27 Nov 2020
I took an extra-long break at lunchtime today as I'd taken the day off my normal day-job to do the accounts for my previous side-job, which is still generating paperwork, though not much in the way of money. This took me through some undiscovered bits of Cliftonwood, including Worlds End Lane, which unexpectedly leads to White Hart Steps. That's certainly not where I expected the end of the world to lead to...
Sobering. A couple of years younger than me, from what I can find on the web he died when his motorcycle was in collision with a car at the nearby corner with Dean Lane.
Since setting up a search for Hotwells on eBay I've mostly managed to restrain myself from buying much (or in one case, was outbid, luckily for my finances.) However, I couldn't resist a 1902 flyer for a singalong at the Terrett Memorial Hall, which would have stood five minutes' walk from my flat, overlooking Howard's Lock.
I've found out a fair bit about this non-denominational seaman's mission, including tracking down both a Loxton drawing and an aerial photo of it. The main thing that's eluded me, ironically enough, is finding out who Terrett was, so as a Memorial Hall it didn't do a very good job 😀.
EDIT: Ah! Did a little more digging and found that the Bristol Archives has a Bristol Dock Company document on file called "William Terrett, Esq.; corresp. etc. re proposed erection of a Mission Hall at Cumberland Basin, 1892", so that might be worth a look once the Archives are properly open again. Given that:
Sarah Terrett died suddenly on 25 November 1889, aged 53, after speaking at a meeting of the White Ribbon Army, the temperance organization she had founded in 1878. Following her death many people sent letters of sympathy to her bereaved husband, William. One of these, from the Rev. W. F. James, a minister of the Bible Christians, makes for especially interesting reading. The Bible Christian denomination, to which Sarah and William belonged, was one of the smaller Methodist connexions, and had its heartland in rural Devon, the area where she had grown up. James recalled the hospitality he enjoyed when visiting the Terretts’ home, Church House, in Bedminster, south Bristol...
...I wonder if William Terrett built the hall in memory of his late wife. They were clearly just the kind of temperance movement people who would've founded a seaman's mission to get people together to have a nice non-alcoholic singsong rather than a night out on the tiles.
Anyway. This walk to grab a coffee from Hopper Coffee in Greville Smyth Park was mostly an excuse to post the leaflet, a few other things I found related to it, and some pictures of how the site looks now. I would suggest that the present day is not an improvement.
I find the adverts fascinating. My first optician in Bristol was Dunscombe's on St Augustine's Parade, so they were there a long time. They've closed now (or at least moved) but were still there as recently as 2008, I think. Interesting to see gas lighting systems being advertised, too!
20 Mar 2021
My friend Lisa was meeting another friend for a walk near the suspension bridge, so we fitted in a quick harbourside loop from my place first. We discussed gardening (we're both envious of the gardening skills of the Pooles Wharf residents; we can just about keep herbs alive, whereas they're growing heartily-fruiting lemon trees outdoors in England along with everything from bonsai to magnolias), cafes, work and architecture, among other things.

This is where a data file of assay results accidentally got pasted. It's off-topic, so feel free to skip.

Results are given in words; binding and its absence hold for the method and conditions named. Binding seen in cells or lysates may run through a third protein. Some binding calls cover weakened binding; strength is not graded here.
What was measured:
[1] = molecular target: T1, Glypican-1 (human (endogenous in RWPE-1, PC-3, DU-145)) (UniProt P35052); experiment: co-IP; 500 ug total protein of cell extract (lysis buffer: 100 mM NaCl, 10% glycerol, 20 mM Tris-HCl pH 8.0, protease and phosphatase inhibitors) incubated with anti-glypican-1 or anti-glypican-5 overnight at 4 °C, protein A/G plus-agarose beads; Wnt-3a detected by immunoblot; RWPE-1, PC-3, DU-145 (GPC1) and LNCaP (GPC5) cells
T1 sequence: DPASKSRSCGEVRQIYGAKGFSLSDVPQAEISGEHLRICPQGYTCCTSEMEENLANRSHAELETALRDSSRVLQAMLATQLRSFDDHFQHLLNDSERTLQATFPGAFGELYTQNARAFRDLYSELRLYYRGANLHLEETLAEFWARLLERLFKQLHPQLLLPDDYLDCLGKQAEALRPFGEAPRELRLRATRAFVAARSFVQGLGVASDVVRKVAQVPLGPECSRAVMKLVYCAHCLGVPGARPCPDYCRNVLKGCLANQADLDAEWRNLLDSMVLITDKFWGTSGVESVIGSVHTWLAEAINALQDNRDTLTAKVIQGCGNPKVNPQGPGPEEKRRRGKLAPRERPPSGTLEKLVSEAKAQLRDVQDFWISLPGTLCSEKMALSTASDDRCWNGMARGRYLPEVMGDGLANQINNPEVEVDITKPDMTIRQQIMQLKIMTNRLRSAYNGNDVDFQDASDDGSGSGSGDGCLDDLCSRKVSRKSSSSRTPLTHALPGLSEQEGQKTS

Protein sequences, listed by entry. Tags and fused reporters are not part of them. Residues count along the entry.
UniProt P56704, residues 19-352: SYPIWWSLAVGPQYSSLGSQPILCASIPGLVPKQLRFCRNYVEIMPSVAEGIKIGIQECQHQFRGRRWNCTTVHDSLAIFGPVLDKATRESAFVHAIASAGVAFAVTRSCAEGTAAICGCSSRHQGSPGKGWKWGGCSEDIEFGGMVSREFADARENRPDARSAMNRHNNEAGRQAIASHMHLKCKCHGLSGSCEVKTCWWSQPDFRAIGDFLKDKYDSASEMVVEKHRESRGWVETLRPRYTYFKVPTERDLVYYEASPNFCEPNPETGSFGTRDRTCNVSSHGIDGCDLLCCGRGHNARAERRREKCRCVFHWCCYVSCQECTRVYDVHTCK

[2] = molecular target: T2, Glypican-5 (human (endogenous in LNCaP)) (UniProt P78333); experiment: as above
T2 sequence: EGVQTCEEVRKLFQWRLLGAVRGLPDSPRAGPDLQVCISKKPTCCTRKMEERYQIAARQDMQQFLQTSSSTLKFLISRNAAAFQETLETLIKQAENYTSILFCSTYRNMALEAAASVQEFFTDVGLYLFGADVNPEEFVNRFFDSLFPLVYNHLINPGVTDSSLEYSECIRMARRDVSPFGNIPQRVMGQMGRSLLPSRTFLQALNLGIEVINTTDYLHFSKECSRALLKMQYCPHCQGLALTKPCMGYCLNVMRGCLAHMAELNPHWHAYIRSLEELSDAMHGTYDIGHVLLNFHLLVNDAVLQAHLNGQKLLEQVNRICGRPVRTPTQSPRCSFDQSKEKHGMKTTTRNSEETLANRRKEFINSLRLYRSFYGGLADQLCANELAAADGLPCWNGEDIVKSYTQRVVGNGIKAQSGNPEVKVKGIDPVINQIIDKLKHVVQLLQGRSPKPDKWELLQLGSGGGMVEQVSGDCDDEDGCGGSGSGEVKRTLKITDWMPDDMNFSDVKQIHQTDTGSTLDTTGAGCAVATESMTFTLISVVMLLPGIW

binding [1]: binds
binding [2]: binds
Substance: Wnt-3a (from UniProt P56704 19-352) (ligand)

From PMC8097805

A lot of filming gets done in Bristol. No idea what this was for, though.
03 Jul 2021
I was headed into town to return RA Gilbert's biography of AE Waite to the library and along the way I noticed that Dreadnought had finished their refurbishment, but wouldn't be open until midday. That left me some time to kill, so I bimbled around the old St Augustine's/Gaunt's area for a while, then headed up Park Street for a coffee and a snack to eat on Brandon Hill before heading home the way I'd came so I could pop in and buy a pamphlet on the Hot Well I'd been interested in for a while.
I had no idea that both branches of London Camera Exchange (I always favoured the tiny shop at the end of Baldwin Street, but they also had one on the Horsefair) had been consolidated into a single shop on Park Street. It looks nice and shiny and modern, but I shall miss the quirk of the Baldwin Street shop.
This used to be the Park Street Convenience Store (formerly a Spar), which I don't think I ever set foot in, so it certainly has a lot more appeal to me now.
26 Feb 2022
I needed to buy new walking shoes—my old ones were squeaking and it was driving me up the wall—so I ordered some for collection from Taunton Leisure on East Street in Bedminster, and decided to make picking them up an official wander.
I didn't cover any new ground within my mile, but I did take advantage of the trip to take in a few interesting things just outside my normal radius, mostly New Gaol-related. Along the way there are a couple of sanitation-related diversions, including a visit to a rare manhole cover. You can hardly wait, I can tell!
I thought I'd pop down an inconspicuous alley in between a couple of shops in East Street to show you a little local marvel: An original Thomas Crapper & Company manhole cover. Until I looked him up on Wikipedia I didn't know he was the actual inventor of the U-bend! That's quite a claim to fame...